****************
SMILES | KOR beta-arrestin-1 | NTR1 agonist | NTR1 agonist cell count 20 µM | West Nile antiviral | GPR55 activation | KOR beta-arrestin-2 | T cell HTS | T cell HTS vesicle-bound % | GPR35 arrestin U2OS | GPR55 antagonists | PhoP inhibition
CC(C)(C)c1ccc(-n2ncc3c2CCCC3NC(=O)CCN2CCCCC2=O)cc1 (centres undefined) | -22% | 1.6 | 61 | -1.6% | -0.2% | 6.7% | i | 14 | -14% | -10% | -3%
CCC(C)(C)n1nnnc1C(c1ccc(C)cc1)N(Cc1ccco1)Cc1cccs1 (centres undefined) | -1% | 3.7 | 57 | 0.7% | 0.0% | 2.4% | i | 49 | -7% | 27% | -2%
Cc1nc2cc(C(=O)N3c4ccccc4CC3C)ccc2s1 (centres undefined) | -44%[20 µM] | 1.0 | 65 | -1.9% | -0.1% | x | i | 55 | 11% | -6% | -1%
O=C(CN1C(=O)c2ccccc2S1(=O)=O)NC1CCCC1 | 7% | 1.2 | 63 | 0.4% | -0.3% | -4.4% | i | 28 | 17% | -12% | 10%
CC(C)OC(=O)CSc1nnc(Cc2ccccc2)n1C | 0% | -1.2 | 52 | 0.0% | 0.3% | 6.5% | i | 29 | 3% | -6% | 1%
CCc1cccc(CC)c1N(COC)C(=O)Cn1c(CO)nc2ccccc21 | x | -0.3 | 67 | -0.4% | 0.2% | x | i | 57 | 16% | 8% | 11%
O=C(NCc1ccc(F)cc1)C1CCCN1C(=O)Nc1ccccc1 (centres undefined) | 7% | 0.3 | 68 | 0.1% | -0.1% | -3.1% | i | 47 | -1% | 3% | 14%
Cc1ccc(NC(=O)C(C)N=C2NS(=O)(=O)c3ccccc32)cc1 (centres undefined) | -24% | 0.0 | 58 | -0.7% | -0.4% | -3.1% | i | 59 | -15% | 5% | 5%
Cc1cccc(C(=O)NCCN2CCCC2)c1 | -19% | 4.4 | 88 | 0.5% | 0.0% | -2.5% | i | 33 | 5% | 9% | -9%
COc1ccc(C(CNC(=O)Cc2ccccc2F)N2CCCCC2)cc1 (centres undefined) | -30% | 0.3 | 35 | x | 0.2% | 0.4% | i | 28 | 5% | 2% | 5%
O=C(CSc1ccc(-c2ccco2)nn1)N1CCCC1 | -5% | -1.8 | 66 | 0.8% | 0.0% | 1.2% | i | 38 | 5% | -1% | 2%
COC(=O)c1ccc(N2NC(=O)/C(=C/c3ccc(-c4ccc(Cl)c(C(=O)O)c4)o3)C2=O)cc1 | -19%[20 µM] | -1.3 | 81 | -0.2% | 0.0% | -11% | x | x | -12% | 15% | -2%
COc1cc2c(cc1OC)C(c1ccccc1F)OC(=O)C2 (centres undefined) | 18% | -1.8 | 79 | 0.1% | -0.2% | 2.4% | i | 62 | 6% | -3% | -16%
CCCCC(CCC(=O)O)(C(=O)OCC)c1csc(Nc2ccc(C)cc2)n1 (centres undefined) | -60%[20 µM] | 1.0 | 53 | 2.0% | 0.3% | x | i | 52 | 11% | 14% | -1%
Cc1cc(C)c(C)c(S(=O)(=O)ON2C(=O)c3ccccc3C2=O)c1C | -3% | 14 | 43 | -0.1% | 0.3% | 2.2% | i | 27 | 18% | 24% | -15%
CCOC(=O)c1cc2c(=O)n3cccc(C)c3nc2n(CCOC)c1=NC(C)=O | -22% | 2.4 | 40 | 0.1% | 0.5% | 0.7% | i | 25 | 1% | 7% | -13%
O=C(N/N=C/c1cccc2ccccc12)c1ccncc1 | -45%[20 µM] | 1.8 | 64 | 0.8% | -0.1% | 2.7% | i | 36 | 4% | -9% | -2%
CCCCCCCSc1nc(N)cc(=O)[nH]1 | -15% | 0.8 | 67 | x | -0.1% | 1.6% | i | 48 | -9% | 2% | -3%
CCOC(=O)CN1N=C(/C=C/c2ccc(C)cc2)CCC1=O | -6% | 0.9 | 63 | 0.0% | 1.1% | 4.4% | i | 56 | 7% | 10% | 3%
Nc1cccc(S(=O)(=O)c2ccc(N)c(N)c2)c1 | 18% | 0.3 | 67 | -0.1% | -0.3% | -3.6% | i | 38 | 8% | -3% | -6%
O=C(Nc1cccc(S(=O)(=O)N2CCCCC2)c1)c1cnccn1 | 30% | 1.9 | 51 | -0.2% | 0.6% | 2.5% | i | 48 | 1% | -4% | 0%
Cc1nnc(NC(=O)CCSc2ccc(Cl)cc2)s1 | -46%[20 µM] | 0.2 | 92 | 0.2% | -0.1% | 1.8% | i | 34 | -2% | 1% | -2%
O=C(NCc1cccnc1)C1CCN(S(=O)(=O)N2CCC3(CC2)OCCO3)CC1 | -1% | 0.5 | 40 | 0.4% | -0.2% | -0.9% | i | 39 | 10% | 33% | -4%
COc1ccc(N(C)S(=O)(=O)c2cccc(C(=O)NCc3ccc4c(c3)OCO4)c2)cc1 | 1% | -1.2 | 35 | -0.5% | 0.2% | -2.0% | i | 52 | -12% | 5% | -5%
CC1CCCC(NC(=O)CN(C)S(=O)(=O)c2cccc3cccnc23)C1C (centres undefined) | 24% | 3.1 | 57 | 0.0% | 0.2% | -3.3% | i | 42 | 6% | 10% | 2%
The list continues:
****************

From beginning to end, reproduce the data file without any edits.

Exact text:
SMILES | KOR beta-arrestin-1 | NTR1 agonist | NTR1 agonist cell count 20 µM | West Nile antiviral | GPR55 activation | KOR beta-arrestin-2 | T cell HTS | T cell HTS vesicle-bound % | GPR35 arrestin U2OS | GPR55 antagonists | PhoP inhibition
CC(C)(C)c1ccc(-n2ncc3c2CCCC3NC(=O)CCN2CCCCC2=O)cc1 (centres undefined) | -22% | 1.6 | 61 | -1.6% | -0.2% | 6.7% | i | 14 | -14% | -10% | -3%
CCC(C)(C)n1nnnc1C(c1ccc(C)cc1)N(Cc1ccco1)Cc1cccs1 (centres undefined) | -1% | 3.7 | 57 | 0.7% | 0.0% | 2.4% | i | 49 | -7% | 27% | -2%
Cc1nc2cc(C(=O)N3c4ccccc4CC3C)ccc2s1 (centres undefined) | -44%[20 µM] | 1.0 | 65 | -1.9% | -0.1% | x | i | 55 | 11% | -6% | -1%
O=C(CN1C(=O)c2ccccc2S1(=O)=O)NC1CCCC1 | 7% | 1.2 | 63 | 0.4% | -0.3% | -4.4% | i | 28 | 17% | -12% | 10%
CC(C)OC(=O)CSc1nnc(Cc2ccccc2)n1C | 0% | -1.2 | 52 | 0.0% | 0.3% | 6.5% | i | 29 | 3% | -6% | 1%
CCc1cccc(CC)c1N(COC)C(=O)Cn1c(CO)nc2ccccc21 | x | -0.3 | 67 | -0.4% | 0.2% | x | i | 57 | 16% | 8% | 11%
O=C(NCc1ccc(F)cc1)C1CCCN1C(=O)Nc1ccccc1 (centres undefined) | 7% | 0.3 | 68 | 0.1% | -0.1% | -3.1% | i | 47 | -1% | 3% | 14%
Cc1ccc(NC(=O)C(C)N=C2NS(=O)(=O)c3ccccc32)cc1 (centres undefined) | -24% | 0.0 | 58 | -0.7% | -0.4% | -3.1% | i | 59 | -15% | 5% | 5%
Cc1cccc(C(=O)NCCN2CCCC2)c1 | -19% | 4.4 | 88 | 0.5% | 0.0% | -2.5% | i | 33 | 5% | 9% | -9%
COc1ccc(C(CNC(=O)Cc2ccccc2F)N2CCCCC2)cc1 (centres undefined) | -30% | 0.3 | 35 | x | 0.2% | 0.4% | i | 28 | 5% | 2% | 5%
O=C(CSc1ccc(-c2ccco2)nn1)N1CCCC1 | -5% | -1.8 | 66 | 0.8% | 0.0% | 1.2% | i | 38 | 5% | -1% | 2%
COC(=O)c1ccc(N2NC(=O)/C(=C/c3ccc(-c4ccc(Cl)c(C(=O)O)c4)o3)C2=O)cc1 | -19%[20 µM] | -1.3 | 81 | -0.2% | 0.0% | -11% | x | x | -12% | 15% | -2%
COc1cc2c(cc1OC)C(c1ccccc1F)OC(=O)C2 (centres undefined) | 18% | -1.8 | 79 | 0.1% | -0.2% | 2.4% | i | 62 | 6% | -3% | -16%
CCCCC(CCC(=O)O)(C(=O)OCC)c1csc(Nc2ccc(C)cc2)n1 (centres undefined) | -60%[20 µM] | 1.0 | 53 | 2.0% | 0.3% | x | i | 52 | 11% | 14% | -1%
Cc1cc(C)c(C)c(S(=O)(=O)ON2C(=O)c3ccccc3C2=O)c1C | -3% | 14 | 43 | -0.1% | 0.3% | 2.2% | i | 27 | 18% | 24% | -15%
CCOC(=O)c1cc2c(=O)n3cccc(C)c3nc2n(CCOC)c1=NC(C)=O | -22% | 2.4 | 40 | 0.1% | 0.5% | 0.7% | i | 25 | 1% | 7% | -13%
O=C(N/N=C/c1cccc2ccccc12)c1ccncc1 | -45%[20 µM] | 1.8 | 64 | 0.8% | -0.1% | 2.7% | i | 36 | 4% | -9% | -2%
CCCCCCCSc1nc(N)cc(=O)[nH]1 | -15% | 0.8 | 67 | x | -0.1% | 1.6% | i | 48 | -9% | 2% | -3%
CCOC(=O)CN1N=C(/C=C/c2ccc(C)cc2)CCC1=O | -6% | 0.9 | 63 | 0.0% | 1.1% | 4.4% | i | 56 | 7% | 10% | 3%
Nc1cccc(S(=O)(=O)c2ccc(N)c(N)c2)c1 | 18% | 0.3 | 67 | -0.1% | -0.3% | -3.6% | i | 38 | 8% | -3% | -6%
O=C(Nc1cccc(S(=O)(=O)N2CCCCC2)c1)c1cnccn1 | 30% | 1.9 | 51 | -0.2% | 0.6% | 2.5% | i | 48 | 1% | -4% | 0%
Cc1nnc(NC(=O)CCSc2ccc(Cl)cc2)s1 | -46%[20 µM] | 0.2 | 92 | 0.2% | -0.1% | 1.8% | i | 34 | -2% | 1% | -2%
O=C(NCc1cccnc1)C1CCN(S(=O)(=O)N2CCC3(CC2)OCCO3)CC1 | -1% | 0.5 | 40 | 0.4% | -0.2% | -0.9% | i | 39 | 10% | 33% | -4%
COc1ccc(N(C)S(=O)(=O)c2cccc(C(=O)NCc3ccc4c(c3)OCO4)c2)cc1 | 1% | -1.2 | 35 | -0.5% | 0.2% | -2.0% | i | 52 | -12% | 5% | -5%
CC1CCCC(NC(=O)CN(C)S(=O)(=O)c2cccc3cccnc23)C1C (centres undefined) | 24% | 3.1 | 57 | 0.0% | 0.2% | -3.3% | i | 42 | 6% | 10% | 2%
The list continues: